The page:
Since I left Charlotte, the nation has experienced a devastating economic crisis and a pivotal presidential election. I don't know that I am qualified to make comparisons or comment on the city I left behind — so much has shifted, so rapidly. The stories that dominated the headlines during my first years in the city (the arena referendum, the end of public school busing) are remnants of a bygone era.

But I can tell you that Mecklenburg County did not turn "blue" overnight — in 2004, Kerry won the county by a narrow margin. Nor are damned Yankees like myself the only ones responsible for this transformation. I think of the retired couple at my Charlotte church who worked tirelessly for decades on causes such as affordable housing and passing a living wage — all while ministering directly to people whose lives were touched by poverty. And I remember the young couple who helped to throw an Election Night party in my old neighborhood. Both were from small towns in Eastern North Carolina. The husband was a former high school football hero with a winning smile. The wife had honey blonde hair and a well-earned reputation as a gracious hostess. Naturally, every detail of the party was perfect, right down to the red-white-and-blue streamers and straw party hats — except that we were all Democrats and that year George W. Bush got reelected.

One conversation from the next day stands out just as much. My home was still under warranty, and the builder came over to fix a leak in the kitchen sink. After the job was done, we got to talking. He had seen the yard sign in my front lawn and, as a Republican, he was curious about why I had chosen my candidate. We talked for a while about faith and morality, what these values meant and how they translated into political action. I don't think either of us convinced the other person, but perhaps we gained a little more respect for the other's point of view.

That was not an unusual conversation — for Charlotte. Civility may be the city's most underrated virtue. Whatever people really think, they are usually polite enough to hear you out. Charlotteans strive for consensus—on boards and in boardrooms, and even in politics (although these deals usually happen behind the scenes). Of course, not everyone plays by those rules. But civility remains a goal to which most of Charlotte aspires. Believe it or not, this approach gets things done.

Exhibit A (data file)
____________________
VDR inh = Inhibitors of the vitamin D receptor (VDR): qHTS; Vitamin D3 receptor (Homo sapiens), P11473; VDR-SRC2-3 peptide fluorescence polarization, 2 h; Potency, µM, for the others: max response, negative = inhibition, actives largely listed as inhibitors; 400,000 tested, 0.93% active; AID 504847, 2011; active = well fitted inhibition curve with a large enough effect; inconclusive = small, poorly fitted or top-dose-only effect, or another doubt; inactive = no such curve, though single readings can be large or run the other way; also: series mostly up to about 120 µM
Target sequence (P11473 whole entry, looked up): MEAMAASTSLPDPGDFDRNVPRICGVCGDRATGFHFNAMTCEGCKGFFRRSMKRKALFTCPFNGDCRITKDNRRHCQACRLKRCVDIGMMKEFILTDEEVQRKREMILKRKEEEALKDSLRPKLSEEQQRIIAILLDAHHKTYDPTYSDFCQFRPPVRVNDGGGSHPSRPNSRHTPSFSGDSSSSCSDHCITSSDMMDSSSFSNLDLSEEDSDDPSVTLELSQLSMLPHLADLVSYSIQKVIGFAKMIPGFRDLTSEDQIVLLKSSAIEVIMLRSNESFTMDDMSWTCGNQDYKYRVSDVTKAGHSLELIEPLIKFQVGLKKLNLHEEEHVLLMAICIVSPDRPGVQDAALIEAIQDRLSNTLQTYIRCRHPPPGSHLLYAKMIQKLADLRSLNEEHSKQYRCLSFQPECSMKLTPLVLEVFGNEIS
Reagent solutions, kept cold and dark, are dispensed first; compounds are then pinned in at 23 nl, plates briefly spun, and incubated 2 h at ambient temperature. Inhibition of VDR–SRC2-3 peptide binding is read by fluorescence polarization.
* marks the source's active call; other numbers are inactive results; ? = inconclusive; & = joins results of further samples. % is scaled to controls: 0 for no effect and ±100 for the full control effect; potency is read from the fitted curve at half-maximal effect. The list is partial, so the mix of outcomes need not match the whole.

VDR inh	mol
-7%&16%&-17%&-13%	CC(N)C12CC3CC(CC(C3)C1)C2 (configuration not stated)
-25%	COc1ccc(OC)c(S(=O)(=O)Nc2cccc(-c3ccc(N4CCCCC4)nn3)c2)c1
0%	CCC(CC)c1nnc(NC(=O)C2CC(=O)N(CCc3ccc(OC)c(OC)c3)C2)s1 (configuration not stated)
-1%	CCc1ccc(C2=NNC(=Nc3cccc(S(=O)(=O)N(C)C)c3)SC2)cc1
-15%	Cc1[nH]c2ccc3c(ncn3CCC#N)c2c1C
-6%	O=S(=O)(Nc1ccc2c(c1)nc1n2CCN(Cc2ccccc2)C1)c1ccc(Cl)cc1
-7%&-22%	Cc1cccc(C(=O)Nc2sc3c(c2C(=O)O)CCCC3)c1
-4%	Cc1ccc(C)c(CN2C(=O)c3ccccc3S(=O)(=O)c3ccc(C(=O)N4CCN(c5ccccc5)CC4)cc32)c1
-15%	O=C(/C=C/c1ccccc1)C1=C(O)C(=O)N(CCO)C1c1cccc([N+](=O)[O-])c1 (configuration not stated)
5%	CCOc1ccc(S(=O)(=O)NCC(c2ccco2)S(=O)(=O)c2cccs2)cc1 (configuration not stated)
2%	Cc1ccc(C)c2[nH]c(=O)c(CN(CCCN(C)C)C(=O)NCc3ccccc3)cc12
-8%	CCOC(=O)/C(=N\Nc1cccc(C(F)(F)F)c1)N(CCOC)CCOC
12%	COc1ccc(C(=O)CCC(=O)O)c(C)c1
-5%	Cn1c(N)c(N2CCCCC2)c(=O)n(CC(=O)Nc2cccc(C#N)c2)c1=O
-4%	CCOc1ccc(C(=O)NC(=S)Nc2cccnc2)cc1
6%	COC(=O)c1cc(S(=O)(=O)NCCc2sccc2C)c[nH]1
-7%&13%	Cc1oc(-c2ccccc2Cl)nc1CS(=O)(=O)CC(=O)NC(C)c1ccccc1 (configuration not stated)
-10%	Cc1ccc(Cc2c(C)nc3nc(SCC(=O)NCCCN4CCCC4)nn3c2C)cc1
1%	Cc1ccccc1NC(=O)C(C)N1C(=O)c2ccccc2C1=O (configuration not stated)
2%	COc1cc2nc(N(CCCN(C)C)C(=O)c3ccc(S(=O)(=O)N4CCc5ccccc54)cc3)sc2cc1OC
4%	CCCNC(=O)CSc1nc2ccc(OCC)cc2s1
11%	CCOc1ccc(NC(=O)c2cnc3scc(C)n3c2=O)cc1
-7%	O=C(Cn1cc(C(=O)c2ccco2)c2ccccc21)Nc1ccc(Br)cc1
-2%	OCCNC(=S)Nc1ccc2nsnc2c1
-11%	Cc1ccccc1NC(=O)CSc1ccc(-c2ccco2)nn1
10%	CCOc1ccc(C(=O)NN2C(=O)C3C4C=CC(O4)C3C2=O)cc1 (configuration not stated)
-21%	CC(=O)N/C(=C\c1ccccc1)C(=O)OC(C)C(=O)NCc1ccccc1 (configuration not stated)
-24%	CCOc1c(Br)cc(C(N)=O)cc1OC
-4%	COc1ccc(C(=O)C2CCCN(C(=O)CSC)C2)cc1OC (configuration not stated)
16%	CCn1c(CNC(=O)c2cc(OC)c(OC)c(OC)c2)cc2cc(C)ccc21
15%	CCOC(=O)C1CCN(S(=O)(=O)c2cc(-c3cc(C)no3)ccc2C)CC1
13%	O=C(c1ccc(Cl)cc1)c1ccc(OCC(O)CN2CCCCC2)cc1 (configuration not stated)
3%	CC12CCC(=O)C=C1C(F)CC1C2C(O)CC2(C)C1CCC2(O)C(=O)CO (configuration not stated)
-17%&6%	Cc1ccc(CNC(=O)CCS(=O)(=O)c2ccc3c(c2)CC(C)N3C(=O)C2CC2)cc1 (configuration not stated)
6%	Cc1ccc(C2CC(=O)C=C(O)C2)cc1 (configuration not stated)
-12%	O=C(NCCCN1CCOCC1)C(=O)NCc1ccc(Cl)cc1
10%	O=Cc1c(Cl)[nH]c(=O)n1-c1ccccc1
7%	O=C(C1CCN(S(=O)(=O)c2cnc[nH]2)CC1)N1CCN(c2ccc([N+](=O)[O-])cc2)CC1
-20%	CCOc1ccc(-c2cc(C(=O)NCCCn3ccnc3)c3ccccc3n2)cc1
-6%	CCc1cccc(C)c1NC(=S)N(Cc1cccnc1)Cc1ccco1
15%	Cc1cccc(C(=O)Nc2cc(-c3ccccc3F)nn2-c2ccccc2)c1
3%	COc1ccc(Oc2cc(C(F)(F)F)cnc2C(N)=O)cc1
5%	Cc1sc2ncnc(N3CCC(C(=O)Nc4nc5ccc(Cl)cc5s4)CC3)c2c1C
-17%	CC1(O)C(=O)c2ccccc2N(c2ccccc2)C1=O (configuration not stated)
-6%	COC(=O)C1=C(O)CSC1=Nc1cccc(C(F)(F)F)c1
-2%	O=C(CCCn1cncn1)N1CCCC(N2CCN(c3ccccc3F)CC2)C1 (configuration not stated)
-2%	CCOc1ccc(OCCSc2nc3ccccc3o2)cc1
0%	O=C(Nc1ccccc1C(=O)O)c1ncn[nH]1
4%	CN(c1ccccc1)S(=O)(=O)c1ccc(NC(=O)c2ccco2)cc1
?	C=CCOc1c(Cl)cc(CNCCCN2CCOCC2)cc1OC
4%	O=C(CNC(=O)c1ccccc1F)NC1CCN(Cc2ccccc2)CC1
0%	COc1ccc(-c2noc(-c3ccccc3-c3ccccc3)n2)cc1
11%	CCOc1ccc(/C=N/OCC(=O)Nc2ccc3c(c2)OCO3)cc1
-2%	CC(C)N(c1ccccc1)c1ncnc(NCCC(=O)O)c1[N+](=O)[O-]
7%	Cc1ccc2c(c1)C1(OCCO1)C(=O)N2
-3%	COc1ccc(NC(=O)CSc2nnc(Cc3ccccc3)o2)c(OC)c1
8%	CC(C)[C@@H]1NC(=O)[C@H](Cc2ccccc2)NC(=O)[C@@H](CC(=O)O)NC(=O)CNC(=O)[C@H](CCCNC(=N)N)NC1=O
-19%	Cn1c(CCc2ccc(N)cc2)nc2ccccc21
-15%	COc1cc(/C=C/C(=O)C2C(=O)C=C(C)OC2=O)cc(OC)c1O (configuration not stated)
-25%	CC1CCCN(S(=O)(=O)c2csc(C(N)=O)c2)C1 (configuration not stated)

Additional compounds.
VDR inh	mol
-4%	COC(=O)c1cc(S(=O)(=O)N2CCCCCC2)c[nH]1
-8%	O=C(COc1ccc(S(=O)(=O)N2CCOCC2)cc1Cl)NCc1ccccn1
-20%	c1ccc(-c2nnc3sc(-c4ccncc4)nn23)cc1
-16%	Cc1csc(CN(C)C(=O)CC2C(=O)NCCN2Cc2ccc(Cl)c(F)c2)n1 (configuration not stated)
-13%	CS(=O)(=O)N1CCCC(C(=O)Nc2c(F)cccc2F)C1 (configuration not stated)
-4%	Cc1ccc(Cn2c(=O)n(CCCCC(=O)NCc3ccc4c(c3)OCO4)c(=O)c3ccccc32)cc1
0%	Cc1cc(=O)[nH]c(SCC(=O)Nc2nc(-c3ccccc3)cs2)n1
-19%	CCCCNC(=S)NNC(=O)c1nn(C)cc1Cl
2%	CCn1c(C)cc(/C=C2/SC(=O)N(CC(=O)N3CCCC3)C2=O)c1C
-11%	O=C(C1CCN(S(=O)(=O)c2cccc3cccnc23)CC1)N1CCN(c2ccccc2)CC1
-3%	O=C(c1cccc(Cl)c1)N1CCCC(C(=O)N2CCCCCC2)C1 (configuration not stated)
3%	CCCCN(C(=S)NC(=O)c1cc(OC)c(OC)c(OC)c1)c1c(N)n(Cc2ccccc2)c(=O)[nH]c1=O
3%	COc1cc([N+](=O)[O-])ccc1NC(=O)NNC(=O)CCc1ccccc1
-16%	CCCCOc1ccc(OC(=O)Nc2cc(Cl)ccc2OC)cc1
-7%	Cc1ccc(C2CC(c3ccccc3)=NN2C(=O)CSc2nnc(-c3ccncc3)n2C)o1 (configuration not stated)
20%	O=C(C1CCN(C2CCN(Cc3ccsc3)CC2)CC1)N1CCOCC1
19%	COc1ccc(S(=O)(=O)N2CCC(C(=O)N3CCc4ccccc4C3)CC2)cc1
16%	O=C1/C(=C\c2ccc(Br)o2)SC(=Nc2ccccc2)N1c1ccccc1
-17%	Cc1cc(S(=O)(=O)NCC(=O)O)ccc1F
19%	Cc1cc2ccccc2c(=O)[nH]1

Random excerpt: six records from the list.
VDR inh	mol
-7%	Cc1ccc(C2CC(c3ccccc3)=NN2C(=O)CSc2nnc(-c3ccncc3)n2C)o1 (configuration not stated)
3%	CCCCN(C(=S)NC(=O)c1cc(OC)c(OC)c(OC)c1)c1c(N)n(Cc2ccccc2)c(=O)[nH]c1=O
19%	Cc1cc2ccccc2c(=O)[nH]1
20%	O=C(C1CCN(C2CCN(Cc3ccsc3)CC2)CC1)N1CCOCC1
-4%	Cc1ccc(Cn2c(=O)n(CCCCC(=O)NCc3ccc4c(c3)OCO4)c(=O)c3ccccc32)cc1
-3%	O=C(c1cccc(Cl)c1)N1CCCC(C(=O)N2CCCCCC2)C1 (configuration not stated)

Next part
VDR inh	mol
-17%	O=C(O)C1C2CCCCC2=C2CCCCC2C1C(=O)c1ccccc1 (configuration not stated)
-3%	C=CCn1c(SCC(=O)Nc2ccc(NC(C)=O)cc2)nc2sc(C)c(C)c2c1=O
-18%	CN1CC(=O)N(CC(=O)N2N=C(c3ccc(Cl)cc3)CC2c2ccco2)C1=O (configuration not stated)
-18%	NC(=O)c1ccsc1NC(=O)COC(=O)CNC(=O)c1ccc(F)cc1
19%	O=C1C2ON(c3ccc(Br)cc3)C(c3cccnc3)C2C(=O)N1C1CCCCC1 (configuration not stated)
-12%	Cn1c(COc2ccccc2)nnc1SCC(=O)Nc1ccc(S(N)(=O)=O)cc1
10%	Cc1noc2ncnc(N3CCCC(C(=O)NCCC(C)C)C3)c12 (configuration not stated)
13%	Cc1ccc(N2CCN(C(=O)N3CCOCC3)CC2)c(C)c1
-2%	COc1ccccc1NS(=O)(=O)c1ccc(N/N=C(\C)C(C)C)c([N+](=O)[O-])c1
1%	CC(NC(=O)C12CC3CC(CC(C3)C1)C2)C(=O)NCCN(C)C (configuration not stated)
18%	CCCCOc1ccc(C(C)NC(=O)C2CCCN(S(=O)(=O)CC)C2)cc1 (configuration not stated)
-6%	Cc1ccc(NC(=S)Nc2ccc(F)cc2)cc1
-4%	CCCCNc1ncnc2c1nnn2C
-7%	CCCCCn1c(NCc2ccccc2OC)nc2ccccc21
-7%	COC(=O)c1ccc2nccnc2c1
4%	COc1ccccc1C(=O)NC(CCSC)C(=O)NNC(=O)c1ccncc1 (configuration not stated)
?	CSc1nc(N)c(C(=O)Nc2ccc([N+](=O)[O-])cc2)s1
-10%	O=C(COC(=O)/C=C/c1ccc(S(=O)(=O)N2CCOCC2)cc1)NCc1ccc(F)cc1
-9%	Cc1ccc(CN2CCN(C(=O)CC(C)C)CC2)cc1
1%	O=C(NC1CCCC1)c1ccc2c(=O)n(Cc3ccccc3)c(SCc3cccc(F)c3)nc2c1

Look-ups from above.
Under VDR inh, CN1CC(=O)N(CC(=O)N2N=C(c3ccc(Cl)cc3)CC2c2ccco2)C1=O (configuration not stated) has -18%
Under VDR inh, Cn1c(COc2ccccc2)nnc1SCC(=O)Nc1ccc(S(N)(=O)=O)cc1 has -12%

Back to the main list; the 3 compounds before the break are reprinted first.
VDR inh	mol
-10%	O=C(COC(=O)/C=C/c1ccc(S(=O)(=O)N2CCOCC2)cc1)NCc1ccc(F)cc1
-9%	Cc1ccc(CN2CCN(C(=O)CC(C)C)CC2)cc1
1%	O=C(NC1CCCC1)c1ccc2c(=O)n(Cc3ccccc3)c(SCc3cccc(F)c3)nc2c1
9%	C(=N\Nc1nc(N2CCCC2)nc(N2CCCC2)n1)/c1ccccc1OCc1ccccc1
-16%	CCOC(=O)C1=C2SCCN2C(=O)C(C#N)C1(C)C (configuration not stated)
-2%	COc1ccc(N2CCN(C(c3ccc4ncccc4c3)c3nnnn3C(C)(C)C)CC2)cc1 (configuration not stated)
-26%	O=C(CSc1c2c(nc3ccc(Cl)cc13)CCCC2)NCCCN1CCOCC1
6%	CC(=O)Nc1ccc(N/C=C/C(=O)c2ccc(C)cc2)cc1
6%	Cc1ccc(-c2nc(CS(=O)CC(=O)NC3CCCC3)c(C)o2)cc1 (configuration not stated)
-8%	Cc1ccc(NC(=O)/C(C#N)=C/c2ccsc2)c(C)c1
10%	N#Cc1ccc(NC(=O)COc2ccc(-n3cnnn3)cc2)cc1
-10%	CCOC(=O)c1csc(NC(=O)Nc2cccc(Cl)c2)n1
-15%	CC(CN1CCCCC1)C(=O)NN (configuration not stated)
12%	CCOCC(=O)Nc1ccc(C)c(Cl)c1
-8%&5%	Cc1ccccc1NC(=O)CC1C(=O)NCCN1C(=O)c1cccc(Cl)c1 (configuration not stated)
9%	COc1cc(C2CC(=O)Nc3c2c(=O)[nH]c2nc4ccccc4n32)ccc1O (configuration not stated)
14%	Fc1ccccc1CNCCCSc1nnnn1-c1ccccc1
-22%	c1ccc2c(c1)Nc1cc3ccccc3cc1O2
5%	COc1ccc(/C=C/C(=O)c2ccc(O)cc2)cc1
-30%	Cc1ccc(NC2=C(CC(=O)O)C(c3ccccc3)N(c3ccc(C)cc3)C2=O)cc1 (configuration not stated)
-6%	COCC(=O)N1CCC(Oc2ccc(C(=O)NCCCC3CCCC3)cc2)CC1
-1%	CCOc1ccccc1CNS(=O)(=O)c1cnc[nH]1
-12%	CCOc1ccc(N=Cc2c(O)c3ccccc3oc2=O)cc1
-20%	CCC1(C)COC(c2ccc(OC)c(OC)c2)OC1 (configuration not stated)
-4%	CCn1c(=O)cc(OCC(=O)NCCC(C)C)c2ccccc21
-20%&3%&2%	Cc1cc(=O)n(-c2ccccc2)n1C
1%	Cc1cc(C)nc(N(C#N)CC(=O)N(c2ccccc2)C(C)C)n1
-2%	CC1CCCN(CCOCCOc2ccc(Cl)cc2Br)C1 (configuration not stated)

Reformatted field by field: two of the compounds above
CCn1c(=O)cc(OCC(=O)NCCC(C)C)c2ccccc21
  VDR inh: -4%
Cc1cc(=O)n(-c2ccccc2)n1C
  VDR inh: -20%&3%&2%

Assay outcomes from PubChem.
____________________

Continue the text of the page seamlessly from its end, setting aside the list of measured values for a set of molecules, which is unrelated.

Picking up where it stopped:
"Charlotte? That's the city with the Republican mayor that got light rail passed," says a political blogger who also happens to be a regular at the Paradise City Tavern in Northhampton. "How did you manage that?"

If Charlotte is struggling to find a new identity in these times of layoffs and economic dislocation, the tradition of civility might not be a bad place to start. I have a hard time imagining something like Charlotte's faith-based "Friday Friends" initiative, where people make a commitment to meet one on one with somebody of a different race, religion, or ethnicity, happening anywhere else. The same divides exist in the community where I live now, but I see less interest in bridging them. The Bible Belt gets a bad rap when it comes to respecting people of differing beliefs, but Charlotte is one place where conservative Christians and political liberals actually talk to each other — even work together from time to time.

For years, I thought Charlotte was too staid, timid, and conformist. Coming from the North, I was used to a direct, more confrontational style of interaction. Since moving back, I discovered that real conformity occurs when you are surrounded by people who all believe identical things, so that it doesn't matter how they express them. I also discovered that fundamentalists are the same people the world over — whether they call themselves Christians, Muslims, or nonsmoking anarchist vegans.

Civility and conformity are not the same thing. Civility is what makes genuine diversity possible. There is no "real America" or "false America." That's the beauty of it. It's all real. We learn through experimentation, by trying different approaches to solve the same problems. And we learn from each other when we respect each other.

I have heard people say that this nation would be better off if we were just one big vat of purple. Charlotte taught me otherwise. I'll take a thousand points of blue and a thousand points of red — and a lot of road trips in between them.

Tess Gadwa is a freelance writer who lives in Massachusetts. She lived in Charlotte from 2001 to 2008 and was a frequent contributor to this magazine. E-mail: editor@charlottemagazine.com

Categories: First Person, Opinion, The Buzz